Each month it seems there’s a hot new diet or a new food at the top of everyone’s shopping list. But, in a few years, we may discover that the food we’re championing today might not be ideal. Just think back to Susan Powter, whose diet plan called for a strict regime of baked potatoes to lose weight.
Every 5 years, the U.S. Department of Health and Human Services (HHS) and the U.S. Department of Agriculture (USDA) jointly publish Dietary Guidelines for Americans and they’re currently meeting to discuss the next report that will be available in Fall 2015.
In light of this upcoming report, we took a look at the existing one. One of the segments you might find the most interesting is on page 12, where they published data from a 2005–2006 NHANES report that revealed the top 25 sources of where Americans get their calories.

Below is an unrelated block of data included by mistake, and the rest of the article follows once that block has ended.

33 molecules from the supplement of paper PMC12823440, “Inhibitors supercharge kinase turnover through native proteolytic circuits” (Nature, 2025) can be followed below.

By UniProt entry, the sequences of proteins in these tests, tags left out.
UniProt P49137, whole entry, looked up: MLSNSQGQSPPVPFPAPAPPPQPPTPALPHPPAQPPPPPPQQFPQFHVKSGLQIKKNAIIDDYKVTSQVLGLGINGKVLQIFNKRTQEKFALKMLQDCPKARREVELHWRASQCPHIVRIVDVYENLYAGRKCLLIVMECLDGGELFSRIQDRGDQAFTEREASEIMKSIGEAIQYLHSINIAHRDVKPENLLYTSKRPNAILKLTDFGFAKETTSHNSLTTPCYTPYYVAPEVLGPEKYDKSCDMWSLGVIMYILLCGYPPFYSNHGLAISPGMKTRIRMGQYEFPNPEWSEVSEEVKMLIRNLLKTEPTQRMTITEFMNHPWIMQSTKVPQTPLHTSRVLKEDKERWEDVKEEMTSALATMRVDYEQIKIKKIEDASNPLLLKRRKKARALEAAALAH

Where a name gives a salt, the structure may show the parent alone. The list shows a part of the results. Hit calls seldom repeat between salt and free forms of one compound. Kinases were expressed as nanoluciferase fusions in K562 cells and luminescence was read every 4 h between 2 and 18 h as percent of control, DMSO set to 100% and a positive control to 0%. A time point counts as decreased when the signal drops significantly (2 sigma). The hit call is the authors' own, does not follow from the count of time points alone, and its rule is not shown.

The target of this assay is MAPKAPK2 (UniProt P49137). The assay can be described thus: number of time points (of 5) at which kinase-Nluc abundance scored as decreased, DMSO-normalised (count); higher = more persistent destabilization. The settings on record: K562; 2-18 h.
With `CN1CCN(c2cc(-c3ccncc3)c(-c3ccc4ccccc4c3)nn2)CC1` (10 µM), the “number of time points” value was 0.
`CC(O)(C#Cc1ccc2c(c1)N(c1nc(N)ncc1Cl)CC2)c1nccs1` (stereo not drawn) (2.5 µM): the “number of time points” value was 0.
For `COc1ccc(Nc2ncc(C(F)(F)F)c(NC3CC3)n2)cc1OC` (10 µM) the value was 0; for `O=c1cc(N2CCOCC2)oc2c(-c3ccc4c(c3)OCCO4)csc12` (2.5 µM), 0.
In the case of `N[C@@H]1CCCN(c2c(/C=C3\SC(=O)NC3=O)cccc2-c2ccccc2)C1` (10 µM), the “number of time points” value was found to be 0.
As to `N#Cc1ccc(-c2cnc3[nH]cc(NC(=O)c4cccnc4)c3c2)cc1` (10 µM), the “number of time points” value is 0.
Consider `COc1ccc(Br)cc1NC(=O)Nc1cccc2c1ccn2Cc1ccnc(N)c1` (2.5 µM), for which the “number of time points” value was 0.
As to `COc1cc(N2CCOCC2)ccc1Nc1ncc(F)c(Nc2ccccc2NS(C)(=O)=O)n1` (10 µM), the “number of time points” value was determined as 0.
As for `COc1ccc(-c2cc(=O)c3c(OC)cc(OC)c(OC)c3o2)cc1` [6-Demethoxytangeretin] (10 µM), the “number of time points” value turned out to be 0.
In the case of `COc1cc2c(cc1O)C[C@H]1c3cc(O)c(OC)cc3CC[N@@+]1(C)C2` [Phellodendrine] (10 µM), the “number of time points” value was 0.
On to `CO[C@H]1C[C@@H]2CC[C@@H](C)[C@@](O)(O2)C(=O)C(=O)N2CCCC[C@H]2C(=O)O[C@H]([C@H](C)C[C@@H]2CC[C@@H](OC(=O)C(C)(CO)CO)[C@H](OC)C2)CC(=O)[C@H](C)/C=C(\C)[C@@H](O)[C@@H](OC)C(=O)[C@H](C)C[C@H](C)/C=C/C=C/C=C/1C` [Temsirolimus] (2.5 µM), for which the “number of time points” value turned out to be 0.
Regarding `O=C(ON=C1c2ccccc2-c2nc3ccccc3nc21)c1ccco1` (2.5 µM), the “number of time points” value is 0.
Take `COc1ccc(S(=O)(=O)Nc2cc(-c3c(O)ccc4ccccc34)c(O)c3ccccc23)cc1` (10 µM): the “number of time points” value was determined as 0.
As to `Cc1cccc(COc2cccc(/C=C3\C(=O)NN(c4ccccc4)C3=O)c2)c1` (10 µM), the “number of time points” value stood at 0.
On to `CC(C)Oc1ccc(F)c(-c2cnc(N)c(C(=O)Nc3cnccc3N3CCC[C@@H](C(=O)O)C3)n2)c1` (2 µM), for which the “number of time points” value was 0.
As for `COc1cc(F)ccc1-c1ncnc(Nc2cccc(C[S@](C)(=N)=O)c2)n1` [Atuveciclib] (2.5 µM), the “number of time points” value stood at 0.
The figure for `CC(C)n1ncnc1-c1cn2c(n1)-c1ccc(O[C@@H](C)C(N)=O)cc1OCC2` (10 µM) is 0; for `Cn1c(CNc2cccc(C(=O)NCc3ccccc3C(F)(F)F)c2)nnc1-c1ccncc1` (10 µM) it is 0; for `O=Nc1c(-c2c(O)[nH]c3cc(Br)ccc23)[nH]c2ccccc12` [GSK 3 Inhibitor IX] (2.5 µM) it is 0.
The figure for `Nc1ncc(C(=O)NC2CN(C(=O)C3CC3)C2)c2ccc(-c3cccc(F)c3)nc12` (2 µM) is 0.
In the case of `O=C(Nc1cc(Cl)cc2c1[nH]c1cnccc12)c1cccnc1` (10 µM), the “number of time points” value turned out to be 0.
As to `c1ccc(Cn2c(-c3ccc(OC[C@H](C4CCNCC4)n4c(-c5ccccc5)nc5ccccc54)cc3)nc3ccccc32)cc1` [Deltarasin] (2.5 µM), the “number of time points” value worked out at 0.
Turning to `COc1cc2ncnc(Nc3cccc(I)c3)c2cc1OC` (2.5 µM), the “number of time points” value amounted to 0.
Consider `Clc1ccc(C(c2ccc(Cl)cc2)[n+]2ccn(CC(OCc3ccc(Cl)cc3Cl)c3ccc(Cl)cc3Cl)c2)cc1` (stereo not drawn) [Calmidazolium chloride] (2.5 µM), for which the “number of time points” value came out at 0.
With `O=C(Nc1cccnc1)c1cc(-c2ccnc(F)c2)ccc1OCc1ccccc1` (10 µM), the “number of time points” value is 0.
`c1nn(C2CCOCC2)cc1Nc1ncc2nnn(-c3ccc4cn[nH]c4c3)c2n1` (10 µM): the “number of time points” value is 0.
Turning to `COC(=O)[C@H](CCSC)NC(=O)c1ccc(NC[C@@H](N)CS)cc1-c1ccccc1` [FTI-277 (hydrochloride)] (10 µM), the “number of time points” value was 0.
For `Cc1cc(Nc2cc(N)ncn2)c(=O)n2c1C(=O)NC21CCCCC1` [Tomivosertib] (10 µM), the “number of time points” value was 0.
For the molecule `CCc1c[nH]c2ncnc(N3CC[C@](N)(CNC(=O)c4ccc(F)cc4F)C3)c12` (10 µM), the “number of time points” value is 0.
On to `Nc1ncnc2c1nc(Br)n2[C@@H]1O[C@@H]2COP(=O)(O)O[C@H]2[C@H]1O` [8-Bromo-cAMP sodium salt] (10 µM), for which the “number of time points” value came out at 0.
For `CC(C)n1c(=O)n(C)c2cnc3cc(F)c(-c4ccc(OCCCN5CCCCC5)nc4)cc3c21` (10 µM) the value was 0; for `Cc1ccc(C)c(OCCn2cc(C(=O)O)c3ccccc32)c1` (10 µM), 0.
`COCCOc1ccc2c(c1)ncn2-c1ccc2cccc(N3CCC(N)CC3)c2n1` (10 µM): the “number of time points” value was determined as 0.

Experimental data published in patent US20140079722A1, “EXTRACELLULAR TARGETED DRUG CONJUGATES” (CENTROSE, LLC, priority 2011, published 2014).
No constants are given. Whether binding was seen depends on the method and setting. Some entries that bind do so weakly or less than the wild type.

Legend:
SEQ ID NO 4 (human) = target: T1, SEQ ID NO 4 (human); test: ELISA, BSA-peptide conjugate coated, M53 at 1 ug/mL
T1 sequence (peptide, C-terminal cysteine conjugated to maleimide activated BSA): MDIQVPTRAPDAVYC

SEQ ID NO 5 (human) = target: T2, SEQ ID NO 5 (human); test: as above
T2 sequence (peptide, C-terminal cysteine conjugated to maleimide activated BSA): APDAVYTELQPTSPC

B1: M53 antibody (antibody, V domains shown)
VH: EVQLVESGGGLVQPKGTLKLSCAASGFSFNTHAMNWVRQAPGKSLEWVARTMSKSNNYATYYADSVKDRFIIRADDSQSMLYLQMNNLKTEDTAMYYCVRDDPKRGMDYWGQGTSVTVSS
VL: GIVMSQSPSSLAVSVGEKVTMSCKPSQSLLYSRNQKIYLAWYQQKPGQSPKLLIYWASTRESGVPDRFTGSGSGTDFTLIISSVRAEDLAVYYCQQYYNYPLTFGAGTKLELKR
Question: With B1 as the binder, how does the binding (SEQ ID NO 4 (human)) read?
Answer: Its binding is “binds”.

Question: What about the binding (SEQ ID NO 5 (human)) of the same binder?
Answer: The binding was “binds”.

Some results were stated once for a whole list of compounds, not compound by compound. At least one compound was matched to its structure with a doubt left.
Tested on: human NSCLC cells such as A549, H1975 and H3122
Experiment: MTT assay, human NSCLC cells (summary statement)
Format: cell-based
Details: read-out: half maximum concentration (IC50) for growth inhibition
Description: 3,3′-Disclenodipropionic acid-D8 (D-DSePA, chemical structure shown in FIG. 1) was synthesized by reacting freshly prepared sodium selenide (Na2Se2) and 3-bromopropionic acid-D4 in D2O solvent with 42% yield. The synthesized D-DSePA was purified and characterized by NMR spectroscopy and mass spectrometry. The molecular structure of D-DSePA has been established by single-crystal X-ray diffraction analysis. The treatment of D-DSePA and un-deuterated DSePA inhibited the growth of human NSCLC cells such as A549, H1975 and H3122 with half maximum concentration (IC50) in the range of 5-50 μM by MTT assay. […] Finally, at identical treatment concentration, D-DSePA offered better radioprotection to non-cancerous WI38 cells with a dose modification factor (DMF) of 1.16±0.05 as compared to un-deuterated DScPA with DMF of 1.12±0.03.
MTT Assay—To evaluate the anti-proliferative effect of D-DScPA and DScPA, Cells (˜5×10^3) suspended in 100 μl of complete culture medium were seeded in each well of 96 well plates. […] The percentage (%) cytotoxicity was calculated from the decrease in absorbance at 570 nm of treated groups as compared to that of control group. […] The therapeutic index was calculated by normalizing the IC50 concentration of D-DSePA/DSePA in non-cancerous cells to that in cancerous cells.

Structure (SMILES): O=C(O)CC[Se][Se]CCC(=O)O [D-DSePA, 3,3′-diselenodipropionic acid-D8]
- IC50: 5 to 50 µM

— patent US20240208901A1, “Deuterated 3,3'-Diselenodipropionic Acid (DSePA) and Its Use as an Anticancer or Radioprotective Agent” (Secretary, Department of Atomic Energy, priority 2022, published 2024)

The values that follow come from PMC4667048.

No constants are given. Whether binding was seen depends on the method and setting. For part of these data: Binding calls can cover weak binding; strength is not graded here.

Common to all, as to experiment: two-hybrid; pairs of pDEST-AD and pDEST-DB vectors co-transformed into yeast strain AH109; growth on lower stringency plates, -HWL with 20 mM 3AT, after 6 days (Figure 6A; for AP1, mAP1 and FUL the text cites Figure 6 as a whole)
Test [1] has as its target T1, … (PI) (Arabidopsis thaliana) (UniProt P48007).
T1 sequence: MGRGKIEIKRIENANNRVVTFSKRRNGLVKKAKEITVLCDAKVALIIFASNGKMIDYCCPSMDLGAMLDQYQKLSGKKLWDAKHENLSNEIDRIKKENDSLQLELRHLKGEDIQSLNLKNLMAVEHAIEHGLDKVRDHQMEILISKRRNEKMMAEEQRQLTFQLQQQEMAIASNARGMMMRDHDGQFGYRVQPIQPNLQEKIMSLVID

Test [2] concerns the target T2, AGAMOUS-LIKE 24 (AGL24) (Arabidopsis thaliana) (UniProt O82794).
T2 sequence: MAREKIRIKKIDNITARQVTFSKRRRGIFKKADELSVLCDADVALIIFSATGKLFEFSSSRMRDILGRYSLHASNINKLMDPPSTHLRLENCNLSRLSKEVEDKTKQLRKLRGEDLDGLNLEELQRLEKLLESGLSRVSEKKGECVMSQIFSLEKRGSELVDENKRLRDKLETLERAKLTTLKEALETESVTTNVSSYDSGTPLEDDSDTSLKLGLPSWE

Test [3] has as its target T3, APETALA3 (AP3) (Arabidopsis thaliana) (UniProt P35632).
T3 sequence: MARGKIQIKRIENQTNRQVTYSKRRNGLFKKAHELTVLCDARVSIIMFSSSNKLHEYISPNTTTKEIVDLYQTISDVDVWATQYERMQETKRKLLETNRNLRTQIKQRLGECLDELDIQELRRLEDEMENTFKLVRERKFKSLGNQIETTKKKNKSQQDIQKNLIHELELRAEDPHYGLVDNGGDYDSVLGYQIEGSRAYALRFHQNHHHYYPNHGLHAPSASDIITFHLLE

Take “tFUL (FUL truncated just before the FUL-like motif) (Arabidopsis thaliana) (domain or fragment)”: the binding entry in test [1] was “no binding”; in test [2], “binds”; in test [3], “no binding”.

Though it’s not surprising, we’re dismayed that desserts, soda, alcohol, pizza, pasta, and bread dominates the top 10. Nuts (a highly caloric, but nutritionally dense food), clock in at number 15, but where are all the fruits and vegetables? Sure they aren’t high in calories, but they’re literally missing. Notice how far down the list you need to go to find healthier options and how fibrous foods such as beans and sweet potatoes don’t make the list.
We hope to see a healthier top 25 list next year but as we wait for the new list to be released, we wanted to know: